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David Metzger
12-03-2012, 09:43 PM
I know a 240mm Gyuto is more efficient and in some ways easier than a 210mm, but would you still suggest a 240mm for a home cook that usually cooks for just two people. Maybe a 225mm has some merit. What do you think? - this is for cooks but without crazy knife skills. Thanks for your thoughts

David

stevenStefano
12-03-2012, 09:56 PM
Well a 240 wa-gyuto will be about 220 on the edge surely so just get a wa-240?

Lucretia
12-03-2012, 10:10 PM
I cook for two. My most-used gyutos/chefs are 180mm. I have a 210mm and don't use it as often because with limited counterspace the extra length gets in the way, and the 180s are comfortable and efficient. I also use shorter pettys/utility knives fairly often.

I also don't wear a big watch. :D

K-Fed
12-03-2012, 10:11 PM
240's are nice but I've found that I much prefer a 270 and a 210 in concert ( pro kitchen ). The 210mm is plenty long ( western handled ) for almost everything I do at the prep table and on the line though i do sacrifice a bit of edge longevity simply because I have less edge to work with.

kalaeb
12-03-2012, 10:14 PM
I really like the 225 size and if you can find one would take it over a 240.

The hekler
12-03-2012, 10:16 PM
I feel knife size has more to do with available space then it does the amount of food your prepping. If you have the space get a 240mm. I cook for one a regularly use a 240mm or 270mm gyuto. That said different knife makers measure knives differently especially with custom makers, I have a 240mm gyuto from Del Ealy that's only about 6mm shorter from the handle then my 270mm RRlover gyuto, about 12mm shorter on the blade, so know what your getting.

chinacats
12-03-2012, 10:38 PM
I am a home cook and currently using a 225 (MT) which I find a nice size for most situations. That said, I am currently looking for a complementary 260-280.

Lefty
12-03-2012, 10:42 PM
I really like the 225 size and if you can find one would take it over a 240.

Exactly this. 225 has felt the most natural for me. In fact, I've been using one approximately this length by Luke Snyder for about 3 weeks, and it just feels right. The same went for the Davis passaround gyuto.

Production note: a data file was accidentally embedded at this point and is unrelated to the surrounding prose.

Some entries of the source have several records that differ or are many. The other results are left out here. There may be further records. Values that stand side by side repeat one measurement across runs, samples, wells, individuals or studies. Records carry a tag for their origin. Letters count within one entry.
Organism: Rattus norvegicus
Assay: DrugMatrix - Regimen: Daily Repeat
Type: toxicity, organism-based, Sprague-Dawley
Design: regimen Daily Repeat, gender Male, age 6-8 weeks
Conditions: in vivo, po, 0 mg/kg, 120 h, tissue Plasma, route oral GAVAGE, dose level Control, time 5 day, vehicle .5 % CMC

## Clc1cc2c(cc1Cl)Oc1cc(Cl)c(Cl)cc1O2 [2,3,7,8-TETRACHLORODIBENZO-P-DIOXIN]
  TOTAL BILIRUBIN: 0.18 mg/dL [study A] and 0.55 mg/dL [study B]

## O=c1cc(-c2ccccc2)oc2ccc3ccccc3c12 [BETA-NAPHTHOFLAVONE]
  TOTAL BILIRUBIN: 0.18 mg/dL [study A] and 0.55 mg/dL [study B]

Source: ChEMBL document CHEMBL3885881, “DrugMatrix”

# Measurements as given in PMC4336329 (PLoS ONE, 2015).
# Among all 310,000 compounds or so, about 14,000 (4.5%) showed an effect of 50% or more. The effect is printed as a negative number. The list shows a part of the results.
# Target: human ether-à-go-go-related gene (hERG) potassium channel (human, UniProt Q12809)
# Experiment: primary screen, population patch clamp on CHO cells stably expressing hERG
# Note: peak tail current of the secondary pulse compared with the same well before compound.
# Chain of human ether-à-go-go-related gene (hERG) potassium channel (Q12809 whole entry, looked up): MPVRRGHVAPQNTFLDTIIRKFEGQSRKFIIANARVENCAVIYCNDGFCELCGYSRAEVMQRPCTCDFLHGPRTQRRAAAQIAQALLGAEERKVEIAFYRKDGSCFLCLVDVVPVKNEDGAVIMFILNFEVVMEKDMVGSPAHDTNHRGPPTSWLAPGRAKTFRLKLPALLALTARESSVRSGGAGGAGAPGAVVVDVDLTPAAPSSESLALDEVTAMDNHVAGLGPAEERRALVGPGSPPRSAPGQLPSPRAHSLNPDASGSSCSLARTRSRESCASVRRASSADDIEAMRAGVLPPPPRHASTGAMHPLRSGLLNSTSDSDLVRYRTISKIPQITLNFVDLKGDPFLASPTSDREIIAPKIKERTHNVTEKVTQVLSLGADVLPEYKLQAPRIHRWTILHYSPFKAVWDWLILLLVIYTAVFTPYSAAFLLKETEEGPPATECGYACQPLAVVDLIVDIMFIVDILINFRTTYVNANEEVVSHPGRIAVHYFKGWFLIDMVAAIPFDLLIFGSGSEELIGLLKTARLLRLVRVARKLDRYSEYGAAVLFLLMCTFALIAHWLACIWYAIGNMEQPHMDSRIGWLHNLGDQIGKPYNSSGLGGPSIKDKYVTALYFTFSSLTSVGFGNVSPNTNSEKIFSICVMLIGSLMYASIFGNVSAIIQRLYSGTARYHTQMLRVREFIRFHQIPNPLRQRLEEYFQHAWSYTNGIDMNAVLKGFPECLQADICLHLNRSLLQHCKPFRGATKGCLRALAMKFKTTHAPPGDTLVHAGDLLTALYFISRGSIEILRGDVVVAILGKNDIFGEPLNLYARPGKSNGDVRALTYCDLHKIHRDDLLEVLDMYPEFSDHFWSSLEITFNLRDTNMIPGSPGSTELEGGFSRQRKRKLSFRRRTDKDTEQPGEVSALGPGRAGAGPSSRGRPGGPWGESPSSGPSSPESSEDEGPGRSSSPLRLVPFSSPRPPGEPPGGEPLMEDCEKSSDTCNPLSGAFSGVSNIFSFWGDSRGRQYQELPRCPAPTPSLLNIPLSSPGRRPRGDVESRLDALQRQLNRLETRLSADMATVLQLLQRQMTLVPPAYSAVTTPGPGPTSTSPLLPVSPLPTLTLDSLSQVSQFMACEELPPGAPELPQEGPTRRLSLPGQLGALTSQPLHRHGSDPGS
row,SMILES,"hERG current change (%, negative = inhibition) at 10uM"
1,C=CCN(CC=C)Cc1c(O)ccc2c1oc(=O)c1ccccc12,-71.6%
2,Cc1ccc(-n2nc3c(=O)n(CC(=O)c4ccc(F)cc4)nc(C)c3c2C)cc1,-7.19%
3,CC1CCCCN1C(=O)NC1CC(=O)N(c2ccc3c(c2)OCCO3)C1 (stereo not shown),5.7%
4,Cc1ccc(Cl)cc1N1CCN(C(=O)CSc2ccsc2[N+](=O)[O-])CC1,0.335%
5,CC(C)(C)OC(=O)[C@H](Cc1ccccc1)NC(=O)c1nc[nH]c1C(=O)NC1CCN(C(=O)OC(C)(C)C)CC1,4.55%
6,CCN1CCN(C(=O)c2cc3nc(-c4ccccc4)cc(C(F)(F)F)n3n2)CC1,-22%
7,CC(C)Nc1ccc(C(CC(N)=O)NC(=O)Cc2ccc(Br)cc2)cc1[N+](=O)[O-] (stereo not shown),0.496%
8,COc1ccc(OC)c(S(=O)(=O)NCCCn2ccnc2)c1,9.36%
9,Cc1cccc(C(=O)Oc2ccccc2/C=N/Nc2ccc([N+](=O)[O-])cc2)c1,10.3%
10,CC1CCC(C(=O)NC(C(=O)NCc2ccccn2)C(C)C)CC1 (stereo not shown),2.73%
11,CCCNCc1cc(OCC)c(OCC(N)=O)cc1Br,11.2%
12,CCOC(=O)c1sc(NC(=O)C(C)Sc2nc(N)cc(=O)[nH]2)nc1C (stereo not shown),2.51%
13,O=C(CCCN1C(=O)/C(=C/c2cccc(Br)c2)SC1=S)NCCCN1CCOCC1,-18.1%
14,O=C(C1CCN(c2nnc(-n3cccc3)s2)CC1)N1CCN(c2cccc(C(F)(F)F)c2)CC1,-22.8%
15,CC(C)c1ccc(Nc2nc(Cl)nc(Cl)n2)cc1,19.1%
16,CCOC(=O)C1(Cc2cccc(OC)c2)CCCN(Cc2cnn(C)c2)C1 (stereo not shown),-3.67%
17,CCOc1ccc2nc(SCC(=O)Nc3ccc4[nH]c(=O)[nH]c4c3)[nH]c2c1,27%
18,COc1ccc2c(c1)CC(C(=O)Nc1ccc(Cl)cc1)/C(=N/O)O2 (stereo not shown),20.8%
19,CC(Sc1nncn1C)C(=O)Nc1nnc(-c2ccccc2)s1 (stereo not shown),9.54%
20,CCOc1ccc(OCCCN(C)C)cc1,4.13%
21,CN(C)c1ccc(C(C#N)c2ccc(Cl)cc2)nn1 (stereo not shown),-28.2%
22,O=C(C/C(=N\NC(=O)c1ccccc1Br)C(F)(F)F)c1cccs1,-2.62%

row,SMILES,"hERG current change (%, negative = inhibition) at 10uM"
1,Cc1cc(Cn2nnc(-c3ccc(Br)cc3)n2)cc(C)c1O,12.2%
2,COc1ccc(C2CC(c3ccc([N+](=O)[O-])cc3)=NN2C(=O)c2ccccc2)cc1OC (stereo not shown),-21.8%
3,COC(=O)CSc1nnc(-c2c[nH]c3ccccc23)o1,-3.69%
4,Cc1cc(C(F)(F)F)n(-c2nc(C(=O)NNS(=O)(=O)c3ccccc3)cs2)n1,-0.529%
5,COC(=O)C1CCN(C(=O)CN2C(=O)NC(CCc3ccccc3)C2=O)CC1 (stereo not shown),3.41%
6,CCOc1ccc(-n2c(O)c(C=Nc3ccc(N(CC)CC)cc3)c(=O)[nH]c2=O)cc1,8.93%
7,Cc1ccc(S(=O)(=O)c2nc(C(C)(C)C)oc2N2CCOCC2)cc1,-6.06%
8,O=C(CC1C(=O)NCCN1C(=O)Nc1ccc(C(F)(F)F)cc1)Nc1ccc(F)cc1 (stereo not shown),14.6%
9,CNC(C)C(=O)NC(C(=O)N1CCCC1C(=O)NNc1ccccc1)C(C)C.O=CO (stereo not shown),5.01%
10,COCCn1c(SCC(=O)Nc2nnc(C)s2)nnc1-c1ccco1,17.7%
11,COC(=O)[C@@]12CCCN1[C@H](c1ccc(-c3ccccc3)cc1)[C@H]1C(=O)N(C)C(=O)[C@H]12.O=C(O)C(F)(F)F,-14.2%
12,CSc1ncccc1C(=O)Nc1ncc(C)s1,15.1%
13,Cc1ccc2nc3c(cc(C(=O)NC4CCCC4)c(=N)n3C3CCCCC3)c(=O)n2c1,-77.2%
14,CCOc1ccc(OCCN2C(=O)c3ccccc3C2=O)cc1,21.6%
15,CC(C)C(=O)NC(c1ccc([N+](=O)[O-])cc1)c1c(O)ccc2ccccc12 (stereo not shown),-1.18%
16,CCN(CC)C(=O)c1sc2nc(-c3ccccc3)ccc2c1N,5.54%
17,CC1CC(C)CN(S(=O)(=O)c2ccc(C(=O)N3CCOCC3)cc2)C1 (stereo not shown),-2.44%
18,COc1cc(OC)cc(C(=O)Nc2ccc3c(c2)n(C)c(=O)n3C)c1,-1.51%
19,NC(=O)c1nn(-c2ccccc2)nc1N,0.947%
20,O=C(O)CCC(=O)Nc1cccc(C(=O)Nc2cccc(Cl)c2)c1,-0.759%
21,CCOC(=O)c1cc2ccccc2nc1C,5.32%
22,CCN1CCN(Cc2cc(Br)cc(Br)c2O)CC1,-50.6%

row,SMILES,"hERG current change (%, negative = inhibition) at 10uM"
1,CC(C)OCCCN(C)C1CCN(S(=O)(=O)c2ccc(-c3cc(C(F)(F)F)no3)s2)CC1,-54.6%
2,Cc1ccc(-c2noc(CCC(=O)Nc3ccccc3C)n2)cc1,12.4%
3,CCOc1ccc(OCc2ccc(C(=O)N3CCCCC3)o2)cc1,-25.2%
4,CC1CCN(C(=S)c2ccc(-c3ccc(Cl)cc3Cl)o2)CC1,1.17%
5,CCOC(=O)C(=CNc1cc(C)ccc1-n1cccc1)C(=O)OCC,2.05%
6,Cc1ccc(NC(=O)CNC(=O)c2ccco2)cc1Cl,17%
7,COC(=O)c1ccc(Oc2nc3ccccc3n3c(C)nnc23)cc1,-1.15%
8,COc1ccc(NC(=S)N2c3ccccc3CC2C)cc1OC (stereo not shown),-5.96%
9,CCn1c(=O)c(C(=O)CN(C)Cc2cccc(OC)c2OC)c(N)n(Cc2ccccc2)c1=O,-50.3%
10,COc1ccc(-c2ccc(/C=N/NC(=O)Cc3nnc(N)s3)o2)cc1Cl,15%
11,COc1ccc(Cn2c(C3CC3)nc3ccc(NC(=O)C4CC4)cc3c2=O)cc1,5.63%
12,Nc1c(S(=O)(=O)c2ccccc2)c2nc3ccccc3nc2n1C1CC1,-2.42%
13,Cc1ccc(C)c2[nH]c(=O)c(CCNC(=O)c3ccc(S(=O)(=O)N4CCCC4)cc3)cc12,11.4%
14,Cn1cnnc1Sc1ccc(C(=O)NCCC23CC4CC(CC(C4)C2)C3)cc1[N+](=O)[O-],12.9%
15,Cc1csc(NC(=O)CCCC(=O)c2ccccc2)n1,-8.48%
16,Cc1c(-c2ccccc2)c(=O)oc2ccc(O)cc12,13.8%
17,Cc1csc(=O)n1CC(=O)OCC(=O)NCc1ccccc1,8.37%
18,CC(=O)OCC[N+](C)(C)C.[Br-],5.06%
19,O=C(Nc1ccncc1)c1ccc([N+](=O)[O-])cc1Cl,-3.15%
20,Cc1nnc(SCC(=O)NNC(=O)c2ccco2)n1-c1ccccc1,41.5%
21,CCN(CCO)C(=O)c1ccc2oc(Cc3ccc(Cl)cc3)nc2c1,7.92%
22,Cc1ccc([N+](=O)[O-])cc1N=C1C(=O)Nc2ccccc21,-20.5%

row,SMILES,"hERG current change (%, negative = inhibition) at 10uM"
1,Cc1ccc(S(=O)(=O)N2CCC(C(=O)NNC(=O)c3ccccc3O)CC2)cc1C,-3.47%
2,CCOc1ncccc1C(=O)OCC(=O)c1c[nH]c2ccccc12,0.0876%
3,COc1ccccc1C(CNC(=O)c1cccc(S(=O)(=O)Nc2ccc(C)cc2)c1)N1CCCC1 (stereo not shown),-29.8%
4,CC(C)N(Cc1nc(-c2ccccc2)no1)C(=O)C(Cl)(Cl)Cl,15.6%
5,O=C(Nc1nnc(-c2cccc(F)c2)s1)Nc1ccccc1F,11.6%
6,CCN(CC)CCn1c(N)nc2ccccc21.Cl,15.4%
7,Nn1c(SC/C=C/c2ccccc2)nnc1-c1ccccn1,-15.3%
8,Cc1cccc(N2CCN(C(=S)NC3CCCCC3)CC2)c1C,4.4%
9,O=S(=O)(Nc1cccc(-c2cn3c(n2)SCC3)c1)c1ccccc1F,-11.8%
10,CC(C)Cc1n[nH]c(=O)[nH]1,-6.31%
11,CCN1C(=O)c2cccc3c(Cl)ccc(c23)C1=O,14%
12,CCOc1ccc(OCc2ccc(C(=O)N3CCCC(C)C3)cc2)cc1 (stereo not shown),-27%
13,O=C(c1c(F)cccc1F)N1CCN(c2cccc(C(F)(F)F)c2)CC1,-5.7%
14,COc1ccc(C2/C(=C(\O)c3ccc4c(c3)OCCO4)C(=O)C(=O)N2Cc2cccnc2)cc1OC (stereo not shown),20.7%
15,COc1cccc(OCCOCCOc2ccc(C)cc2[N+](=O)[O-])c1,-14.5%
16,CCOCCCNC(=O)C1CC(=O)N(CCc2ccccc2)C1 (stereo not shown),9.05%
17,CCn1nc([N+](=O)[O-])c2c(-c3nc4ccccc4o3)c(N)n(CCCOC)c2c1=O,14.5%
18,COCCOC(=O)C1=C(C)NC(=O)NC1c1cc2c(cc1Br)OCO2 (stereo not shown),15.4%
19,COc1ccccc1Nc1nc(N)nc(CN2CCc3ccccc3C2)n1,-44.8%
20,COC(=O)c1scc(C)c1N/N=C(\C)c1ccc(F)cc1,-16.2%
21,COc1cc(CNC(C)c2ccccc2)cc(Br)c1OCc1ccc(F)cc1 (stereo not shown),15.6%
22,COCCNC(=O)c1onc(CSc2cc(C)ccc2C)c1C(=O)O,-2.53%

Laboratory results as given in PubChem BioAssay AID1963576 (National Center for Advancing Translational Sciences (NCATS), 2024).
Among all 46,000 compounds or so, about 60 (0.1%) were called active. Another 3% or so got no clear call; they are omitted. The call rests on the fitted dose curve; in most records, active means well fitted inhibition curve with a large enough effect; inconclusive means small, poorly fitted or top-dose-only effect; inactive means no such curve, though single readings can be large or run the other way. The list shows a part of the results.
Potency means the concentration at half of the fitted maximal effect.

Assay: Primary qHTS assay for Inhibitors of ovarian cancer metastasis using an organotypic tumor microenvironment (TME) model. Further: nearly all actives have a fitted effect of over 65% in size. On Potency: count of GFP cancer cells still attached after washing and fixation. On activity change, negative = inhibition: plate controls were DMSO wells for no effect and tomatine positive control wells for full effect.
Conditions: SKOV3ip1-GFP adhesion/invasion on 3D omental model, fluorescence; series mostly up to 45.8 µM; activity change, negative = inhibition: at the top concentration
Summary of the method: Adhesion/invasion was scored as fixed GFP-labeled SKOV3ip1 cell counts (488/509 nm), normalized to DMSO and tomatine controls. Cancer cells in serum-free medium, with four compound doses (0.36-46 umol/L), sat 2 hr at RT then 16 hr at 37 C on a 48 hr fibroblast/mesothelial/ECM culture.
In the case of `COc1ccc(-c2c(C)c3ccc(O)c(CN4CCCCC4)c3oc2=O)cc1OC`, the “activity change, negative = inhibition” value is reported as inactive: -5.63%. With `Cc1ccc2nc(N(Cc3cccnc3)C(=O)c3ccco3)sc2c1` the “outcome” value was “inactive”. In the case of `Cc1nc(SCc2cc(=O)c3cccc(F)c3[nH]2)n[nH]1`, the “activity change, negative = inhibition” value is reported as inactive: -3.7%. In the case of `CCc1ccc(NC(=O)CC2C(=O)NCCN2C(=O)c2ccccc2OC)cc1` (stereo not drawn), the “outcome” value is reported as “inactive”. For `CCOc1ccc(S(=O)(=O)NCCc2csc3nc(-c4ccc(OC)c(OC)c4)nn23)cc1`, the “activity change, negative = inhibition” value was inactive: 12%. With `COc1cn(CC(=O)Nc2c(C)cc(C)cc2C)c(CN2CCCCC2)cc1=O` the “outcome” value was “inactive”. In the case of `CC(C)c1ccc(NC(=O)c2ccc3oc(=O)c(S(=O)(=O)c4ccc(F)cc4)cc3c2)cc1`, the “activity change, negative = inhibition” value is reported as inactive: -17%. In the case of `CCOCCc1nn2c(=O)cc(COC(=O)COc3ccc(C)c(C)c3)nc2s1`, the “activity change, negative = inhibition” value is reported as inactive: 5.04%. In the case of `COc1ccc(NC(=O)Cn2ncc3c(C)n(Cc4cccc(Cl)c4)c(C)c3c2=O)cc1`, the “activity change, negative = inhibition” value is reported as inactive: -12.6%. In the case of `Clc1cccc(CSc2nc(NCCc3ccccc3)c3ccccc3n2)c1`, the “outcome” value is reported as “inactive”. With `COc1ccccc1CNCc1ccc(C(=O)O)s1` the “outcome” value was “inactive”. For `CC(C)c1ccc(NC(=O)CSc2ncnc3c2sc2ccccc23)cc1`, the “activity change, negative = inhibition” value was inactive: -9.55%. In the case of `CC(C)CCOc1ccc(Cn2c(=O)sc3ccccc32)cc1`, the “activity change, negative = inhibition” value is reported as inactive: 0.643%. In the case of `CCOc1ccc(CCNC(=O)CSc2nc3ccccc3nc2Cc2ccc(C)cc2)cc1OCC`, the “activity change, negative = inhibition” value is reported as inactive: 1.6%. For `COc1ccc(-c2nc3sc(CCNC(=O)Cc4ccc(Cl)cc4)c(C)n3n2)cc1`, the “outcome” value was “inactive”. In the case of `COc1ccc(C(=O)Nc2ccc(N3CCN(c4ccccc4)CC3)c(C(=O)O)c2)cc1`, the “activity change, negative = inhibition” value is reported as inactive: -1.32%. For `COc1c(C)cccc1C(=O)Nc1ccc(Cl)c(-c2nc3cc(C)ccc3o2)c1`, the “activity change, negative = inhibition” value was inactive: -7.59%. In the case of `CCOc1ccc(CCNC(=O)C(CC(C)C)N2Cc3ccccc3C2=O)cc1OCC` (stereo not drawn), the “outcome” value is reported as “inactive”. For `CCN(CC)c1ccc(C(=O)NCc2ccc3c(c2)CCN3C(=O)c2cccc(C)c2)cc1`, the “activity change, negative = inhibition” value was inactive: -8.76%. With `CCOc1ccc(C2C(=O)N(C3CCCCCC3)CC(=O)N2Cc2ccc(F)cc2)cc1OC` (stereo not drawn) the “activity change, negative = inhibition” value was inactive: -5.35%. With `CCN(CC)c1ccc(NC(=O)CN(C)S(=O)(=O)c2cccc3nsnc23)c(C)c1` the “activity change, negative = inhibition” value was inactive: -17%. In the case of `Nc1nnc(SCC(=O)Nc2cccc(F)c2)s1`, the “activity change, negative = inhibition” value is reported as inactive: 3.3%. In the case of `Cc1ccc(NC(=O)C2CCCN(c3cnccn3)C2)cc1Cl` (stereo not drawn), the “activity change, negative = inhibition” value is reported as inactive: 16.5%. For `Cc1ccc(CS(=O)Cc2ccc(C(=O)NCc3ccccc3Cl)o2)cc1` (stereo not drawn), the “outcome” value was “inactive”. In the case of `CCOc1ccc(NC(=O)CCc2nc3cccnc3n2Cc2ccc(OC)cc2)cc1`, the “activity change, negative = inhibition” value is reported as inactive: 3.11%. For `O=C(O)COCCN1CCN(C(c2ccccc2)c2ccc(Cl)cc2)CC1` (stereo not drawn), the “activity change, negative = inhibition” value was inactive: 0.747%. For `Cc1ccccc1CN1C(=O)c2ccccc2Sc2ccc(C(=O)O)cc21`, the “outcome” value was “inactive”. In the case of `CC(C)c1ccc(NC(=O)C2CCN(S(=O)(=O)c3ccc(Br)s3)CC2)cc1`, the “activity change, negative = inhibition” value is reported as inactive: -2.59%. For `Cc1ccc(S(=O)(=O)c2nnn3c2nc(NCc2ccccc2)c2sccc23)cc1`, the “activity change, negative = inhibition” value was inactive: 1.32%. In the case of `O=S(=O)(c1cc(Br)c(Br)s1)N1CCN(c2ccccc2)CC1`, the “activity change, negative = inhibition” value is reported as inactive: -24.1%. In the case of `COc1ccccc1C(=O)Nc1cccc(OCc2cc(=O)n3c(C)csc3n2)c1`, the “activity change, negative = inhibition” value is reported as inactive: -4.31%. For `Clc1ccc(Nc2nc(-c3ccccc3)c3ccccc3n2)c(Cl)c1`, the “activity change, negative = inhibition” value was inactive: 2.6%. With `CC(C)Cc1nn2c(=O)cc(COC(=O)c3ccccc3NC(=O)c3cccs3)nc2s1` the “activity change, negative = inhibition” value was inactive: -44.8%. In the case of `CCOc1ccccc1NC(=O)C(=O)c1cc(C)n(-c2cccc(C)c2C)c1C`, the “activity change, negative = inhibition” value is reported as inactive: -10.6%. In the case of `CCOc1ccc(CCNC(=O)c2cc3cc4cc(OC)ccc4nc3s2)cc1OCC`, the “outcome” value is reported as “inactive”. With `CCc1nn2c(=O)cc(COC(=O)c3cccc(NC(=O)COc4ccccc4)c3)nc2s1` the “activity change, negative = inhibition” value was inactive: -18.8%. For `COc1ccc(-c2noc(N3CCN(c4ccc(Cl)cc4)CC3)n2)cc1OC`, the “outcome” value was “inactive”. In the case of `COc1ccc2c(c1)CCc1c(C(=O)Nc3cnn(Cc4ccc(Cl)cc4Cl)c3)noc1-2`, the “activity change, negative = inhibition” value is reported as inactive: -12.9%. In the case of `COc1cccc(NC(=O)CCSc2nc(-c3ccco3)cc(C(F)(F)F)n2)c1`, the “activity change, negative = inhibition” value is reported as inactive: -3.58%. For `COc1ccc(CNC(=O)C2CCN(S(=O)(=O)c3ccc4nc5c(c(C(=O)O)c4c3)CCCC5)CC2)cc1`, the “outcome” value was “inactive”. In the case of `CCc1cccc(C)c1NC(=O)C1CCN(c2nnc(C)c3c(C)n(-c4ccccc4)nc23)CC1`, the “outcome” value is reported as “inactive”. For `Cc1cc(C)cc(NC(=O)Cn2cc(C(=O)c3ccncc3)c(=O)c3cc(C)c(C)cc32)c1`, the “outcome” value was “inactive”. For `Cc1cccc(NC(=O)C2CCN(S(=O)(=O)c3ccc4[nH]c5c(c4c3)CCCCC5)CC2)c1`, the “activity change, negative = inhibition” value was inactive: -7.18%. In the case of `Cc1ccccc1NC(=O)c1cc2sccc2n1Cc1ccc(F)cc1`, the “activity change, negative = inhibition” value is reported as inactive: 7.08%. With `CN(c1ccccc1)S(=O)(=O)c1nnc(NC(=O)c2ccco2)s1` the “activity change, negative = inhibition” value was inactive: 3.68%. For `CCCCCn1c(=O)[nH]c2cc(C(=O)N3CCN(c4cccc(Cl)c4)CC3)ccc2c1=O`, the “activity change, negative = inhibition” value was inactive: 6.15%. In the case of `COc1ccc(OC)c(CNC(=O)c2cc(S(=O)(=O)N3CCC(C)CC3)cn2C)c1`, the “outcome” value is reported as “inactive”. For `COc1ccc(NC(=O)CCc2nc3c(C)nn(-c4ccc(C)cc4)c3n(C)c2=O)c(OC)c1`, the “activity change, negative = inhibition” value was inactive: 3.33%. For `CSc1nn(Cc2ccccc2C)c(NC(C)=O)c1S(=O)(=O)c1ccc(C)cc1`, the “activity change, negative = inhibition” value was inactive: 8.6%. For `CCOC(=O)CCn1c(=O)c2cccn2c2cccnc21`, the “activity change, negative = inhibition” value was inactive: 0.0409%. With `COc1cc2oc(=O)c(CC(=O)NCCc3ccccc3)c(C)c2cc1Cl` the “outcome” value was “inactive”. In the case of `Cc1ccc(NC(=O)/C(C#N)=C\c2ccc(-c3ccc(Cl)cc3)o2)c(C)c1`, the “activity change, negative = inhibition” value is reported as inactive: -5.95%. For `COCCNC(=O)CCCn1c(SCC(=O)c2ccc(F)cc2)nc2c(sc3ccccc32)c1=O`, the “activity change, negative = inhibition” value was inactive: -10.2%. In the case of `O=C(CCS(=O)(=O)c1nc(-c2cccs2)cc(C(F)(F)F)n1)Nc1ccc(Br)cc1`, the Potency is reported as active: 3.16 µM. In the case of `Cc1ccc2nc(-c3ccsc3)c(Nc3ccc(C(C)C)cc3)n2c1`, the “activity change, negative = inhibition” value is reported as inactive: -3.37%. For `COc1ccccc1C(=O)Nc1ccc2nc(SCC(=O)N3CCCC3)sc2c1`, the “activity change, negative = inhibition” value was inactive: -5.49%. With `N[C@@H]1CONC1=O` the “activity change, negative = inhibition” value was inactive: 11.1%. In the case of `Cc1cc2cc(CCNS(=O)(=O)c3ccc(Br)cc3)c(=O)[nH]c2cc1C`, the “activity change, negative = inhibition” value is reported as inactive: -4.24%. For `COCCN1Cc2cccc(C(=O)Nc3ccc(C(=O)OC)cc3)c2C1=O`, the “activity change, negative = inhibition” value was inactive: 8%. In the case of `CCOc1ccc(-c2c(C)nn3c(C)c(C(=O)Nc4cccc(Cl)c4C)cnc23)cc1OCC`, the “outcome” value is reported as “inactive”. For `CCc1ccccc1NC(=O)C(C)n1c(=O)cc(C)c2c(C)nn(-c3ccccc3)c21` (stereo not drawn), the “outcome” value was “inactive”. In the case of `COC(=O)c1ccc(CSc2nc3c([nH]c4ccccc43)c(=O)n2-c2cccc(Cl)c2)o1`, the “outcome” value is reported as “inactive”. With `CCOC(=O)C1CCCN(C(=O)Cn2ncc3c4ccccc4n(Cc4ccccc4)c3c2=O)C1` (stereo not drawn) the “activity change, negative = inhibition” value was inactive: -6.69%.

turbochef422
12-03-2012, 10:57 PM
I always use 240+ just because of the room I have on my kitchen (work) but the mizuno I recently got is a 240 but its a bit of a short 240 and I kinda like the size. I think 225 or a short 240 would feel good at home.

markenki
12-03-2012, 11:17 PM
Well a 240 wa-gyuto will be about 220 on the edge surely so just get a wa-240?
Some 240s run long. My 240 Shigefusa wa-gyuto is a little over 245mm, heel to tip.

cclin
12-03-2012, 11:25 PM
Well a 240 wa-gyuto will be about 220 on the edge surely so just get a wa-240?

that depends.... some wa-gyuto measure from heel to tip, some from handle to tip!

I'm using 165mm or 180mm santoku cook simple meal for two...

EdipisReks
12-04-2012, 12:01 AM
it seems to be mostly knives from Sakai that don't measure edge length, on the wa-knives.

quantumcloud509
12-04-2012, 02:55 AM
I LOVE my 270 Takeda Guyoto because it does 3x the work in the same amount of time a 210 would.

ChiliPepper
12-04-2012, 04:26 AM
Probably going against the tide here but I'm also home cook preparing food for two every day on a home-sized benchtop and find my 210 gyuto absolutely sufficient for everything. Just switch to a suji for slicing tasks: more efficient and a good excuse to buy another knife :bliss:

Lefty
12-04-2012, 07:22 AM
Turns out ChiliPepper's a genius! :D. I used to be more in the 210 camp, but since I've gotten used to 240s, I'd have trouble deciding, when cooking at home. Since I'm in a position that allows me to use what I feel like using that day, I do just that. However, my next custom would still be the 225, if I "had to choose". To be honest, a 180 petty can do almost everything I need it to, at home, and I often go for one of my three that size, because I enjoy using them.

I guess it's all just a matter of preference. For what it's worth, around here, 240 is accepted as the "standard sized gyuto".

Benuser
12-04-2012, 07:28 AM
The extra length allows me to make a real flat section with a strong symmetric edge for rougher tasks, without interfering with the normal use.

NO ChoP!
12-04-2012, 07:59 AM
A longer knife requires one to lift the knife less when rocking. It also adds weight, which offsets the pressure one must exert. There is also usually added thinness at the tip. That being said, I use a 210 gyuto and a santuko at home, and 240's at work. My experiences with 270's and 300's is they tend to feel unwieldy....

franzb69
12-04-2012, 09:15 AM
+1 on no chop.

=D

WildBoar
12-04-2012, 10:24 AM